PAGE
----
Is this the same question as that of playing styles : eg. Fischer vs Petrosian (or Karpov maybe) ?!
Anyway, I agree, this is the beauty of chess : most quiet and most complicated positions need their own unique and magic handling.
Very difficult for a player to excel in both type of positions but in no other way can play the best games he can !
This is true chess I think.

Nice story, jegutman! I don't usually run into such behavior. I am a USCF master, and players of my rating tend to accept that different people have different styles, and that it is legitimate to try to win in whatever style you choose.

(Those who do *not* accept this tend not to become very strong players, since prejudicing yourself too much against a particular style tends to hamper your development as a player).

I confess, I sometimes have a perverse desire to Ulf-Andersson my opponents by exchanging queens on move 8 and then trying to squeeze the most of a +=/= endgame.

I know that I loathe playing Wojtkiewicz as black in particular because of his style.

Watching a GM grovel by desperately swapping off pieces to reach a drawish endgame against a computer is not the same as having good technique or a dry style. Anti-computer chess may be the only way for humans to survive, but if it means warping the game so far from what makes it interesting, the point has been proven and the experiment has lost interest, at least it has lost my interest.

If the human is playing this way in a clever attempt to win, that is completely different. You can't win without risking at some point. Trying to get technical draws is another matter, and simply reduces the game to an anti-computer puzzle that rarely succeeds and is as anti-chess as anti-computer when it does succeed.

I'd rather give the human access to an opening database or other ways of changing the encounter to make it more balanced, if this is to continue. That said, I'd like to see Anand or Kasparov take on Hydra before deciding it's time to move to the next phase.

It brought a smile to my face to see the computer blunder. Regulations should be tight on computers in tournaments and matches... any internal error, operator error or program malfunction should be left to the computer on its own to sort out... a human chess player can't exactly ask for a massage or other outside influence to aid him. Humans should certainly insist on this too, instead of being too gentlemanly- a point that hasn't been made much of is that Kasparov allowed an operator error to be corrected with no qualms in his last Deep Blue match.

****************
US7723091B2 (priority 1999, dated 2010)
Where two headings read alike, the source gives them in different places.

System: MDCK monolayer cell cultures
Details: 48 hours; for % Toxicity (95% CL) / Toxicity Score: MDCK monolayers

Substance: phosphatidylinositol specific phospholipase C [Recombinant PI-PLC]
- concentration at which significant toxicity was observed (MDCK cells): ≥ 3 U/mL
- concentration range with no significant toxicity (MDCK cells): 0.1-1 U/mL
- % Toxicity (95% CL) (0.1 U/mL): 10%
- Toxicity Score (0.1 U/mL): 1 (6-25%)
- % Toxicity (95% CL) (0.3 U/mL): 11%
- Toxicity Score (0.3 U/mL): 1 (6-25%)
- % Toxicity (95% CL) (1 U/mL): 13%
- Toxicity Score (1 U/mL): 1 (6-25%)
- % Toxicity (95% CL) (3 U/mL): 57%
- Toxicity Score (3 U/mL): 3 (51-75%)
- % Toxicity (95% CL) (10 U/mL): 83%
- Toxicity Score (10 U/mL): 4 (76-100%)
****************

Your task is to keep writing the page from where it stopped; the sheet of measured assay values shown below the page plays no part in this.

I just saw an episode where a WSOP player got to have a massage for nearly 3 days straight at the table, why can't we? Better then any drug to help my game!

I'm sure this has been written before but I've never actually see it in print. Why do computers get endgame tables and opening books in matches with humans? What happens when a GM plays a computer without an opening book? It has always seemed crazy to me that the computers are pre-programmed for opening play in man vs machine matches....its unfair to the human by largely eliminating the chance that the computer will make any meaningful errors early in a game (the human, of course, has no such guarantee). I'm not an expert on computer chess, but I would guess the machines would make some inaccurate and planless moves without opening books that could give humans more room to breathe for the rest of the game and make the contests far more interesting. This would give a huge mental boost to human players....they must look at the games now like some horrible gauntlet like marathon where one misstep leads to a loss. Computer chess proponents make such a big deal of their calculating power...make the silicon beats stand on their own from move one. How much of an impact would this have on results?

I think because of the fact that early machines were playing a very low-quality chess, we were all just accustomed to any aid that would help machines appear less ridiculous : ready-learnt opening, ready-learnt endings and such things.

Now that machines are beating almost each human easily and they can understand a good deal of strategic elements, why give them such power in the opening and in the ending ?
This is artificial.

Anyway, having them on their own in opening would be unfair too, because human is studying variations all the time.

The best thought is to use machines only for preparation and throw them out of human events.

What about Fischer Random or 360 Chess for Human vs. Computer? No opening preparation, just strategy vs. calculation power. It'd be interesting I think.

Yes, I think if you just transform a normal-chess program to play Fischer Random it will lose promptly against good players : however, they will fix it ! They fix everything ! :-))

Computer opening books and endgame tablebases are just explicit rules for the computer algorithm during certain portions of the game, just like some early programs had special algorithmic cases coded for the endgame for mating with certain pieces. The opening/endgame databases are really just the equivalent of billions of special cases that have hardcoded algorithms available for those cases.